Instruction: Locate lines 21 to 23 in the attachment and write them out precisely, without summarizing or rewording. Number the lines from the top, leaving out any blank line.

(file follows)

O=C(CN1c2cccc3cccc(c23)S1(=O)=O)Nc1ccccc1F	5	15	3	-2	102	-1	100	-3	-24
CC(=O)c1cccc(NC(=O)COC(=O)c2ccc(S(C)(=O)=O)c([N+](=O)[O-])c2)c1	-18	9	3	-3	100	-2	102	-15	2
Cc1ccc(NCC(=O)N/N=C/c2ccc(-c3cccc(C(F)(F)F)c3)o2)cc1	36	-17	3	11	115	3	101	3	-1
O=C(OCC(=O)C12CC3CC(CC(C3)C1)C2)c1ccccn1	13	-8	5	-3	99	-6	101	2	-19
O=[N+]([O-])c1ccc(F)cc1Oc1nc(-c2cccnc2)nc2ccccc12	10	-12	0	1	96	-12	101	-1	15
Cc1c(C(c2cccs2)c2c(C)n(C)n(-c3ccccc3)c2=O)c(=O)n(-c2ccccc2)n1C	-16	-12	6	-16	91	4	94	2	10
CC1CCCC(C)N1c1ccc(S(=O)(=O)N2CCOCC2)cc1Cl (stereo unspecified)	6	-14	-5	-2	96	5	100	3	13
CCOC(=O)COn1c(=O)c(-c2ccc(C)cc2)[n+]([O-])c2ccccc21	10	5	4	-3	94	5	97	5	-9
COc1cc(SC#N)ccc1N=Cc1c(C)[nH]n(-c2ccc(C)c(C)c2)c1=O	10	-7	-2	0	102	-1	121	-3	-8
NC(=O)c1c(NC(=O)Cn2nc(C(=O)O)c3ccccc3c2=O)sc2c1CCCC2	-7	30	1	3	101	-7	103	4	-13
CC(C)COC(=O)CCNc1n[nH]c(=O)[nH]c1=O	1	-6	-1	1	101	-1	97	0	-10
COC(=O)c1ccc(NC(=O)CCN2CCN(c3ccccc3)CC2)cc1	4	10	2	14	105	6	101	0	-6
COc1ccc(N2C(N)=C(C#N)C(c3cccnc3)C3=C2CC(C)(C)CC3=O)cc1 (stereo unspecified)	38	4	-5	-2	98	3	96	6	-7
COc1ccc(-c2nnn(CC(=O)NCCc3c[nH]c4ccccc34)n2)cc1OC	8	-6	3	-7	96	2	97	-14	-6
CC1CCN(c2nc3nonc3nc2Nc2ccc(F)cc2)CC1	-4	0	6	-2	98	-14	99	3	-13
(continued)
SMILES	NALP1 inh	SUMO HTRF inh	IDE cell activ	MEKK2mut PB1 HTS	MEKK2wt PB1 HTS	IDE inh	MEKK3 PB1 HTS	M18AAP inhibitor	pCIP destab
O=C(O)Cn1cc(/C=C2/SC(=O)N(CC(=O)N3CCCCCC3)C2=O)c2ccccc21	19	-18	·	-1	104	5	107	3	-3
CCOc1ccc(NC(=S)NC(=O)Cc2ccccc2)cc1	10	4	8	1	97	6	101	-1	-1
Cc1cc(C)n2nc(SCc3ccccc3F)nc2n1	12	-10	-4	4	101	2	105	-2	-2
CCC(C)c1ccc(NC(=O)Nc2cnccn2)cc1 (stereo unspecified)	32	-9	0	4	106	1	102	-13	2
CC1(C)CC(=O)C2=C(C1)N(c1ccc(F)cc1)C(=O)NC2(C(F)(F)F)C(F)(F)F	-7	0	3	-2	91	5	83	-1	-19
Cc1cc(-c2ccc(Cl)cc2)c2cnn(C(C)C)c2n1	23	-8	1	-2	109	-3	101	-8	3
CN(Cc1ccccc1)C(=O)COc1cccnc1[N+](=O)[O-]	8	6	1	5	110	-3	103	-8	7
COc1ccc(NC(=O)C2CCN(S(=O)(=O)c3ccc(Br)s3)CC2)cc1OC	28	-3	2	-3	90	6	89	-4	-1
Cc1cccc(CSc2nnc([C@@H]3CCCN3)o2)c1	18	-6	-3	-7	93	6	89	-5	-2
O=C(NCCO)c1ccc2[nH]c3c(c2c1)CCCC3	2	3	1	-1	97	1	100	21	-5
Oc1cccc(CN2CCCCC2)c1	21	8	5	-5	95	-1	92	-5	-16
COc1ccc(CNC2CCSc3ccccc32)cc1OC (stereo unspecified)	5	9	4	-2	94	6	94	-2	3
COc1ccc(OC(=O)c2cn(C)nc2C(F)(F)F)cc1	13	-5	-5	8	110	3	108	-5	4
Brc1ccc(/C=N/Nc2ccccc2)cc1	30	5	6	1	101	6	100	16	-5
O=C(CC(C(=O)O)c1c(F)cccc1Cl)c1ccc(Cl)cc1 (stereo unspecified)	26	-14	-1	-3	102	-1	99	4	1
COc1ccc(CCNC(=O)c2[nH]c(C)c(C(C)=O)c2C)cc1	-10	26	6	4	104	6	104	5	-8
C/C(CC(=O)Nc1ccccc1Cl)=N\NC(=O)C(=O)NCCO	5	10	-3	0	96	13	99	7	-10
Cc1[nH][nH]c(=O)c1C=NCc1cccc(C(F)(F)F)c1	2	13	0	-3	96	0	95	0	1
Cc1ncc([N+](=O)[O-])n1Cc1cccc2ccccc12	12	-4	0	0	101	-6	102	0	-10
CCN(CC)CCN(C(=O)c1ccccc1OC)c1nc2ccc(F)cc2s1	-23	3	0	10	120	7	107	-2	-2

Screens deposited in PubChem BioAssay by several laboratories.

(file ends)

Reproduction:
CCC(C)c1ccc(NC(=O)Nc2cnccn2)cc1 (stereo unspecified)	32	-9	0	4	106	1	102	-13	2
CC1(C)CC(=O)C2=C(C1)N(c1ccc(F)cc1)C(=O)NC2(C(F)(F)F)C(F)(F)F	-7	0	3	-2	91	5	83	-1	-19
Cc1cc(-c2ccc(Cl)cc2)c2cnn(C(C)C)c2n1	23	-8	1	-2	109	-3	101	-8	3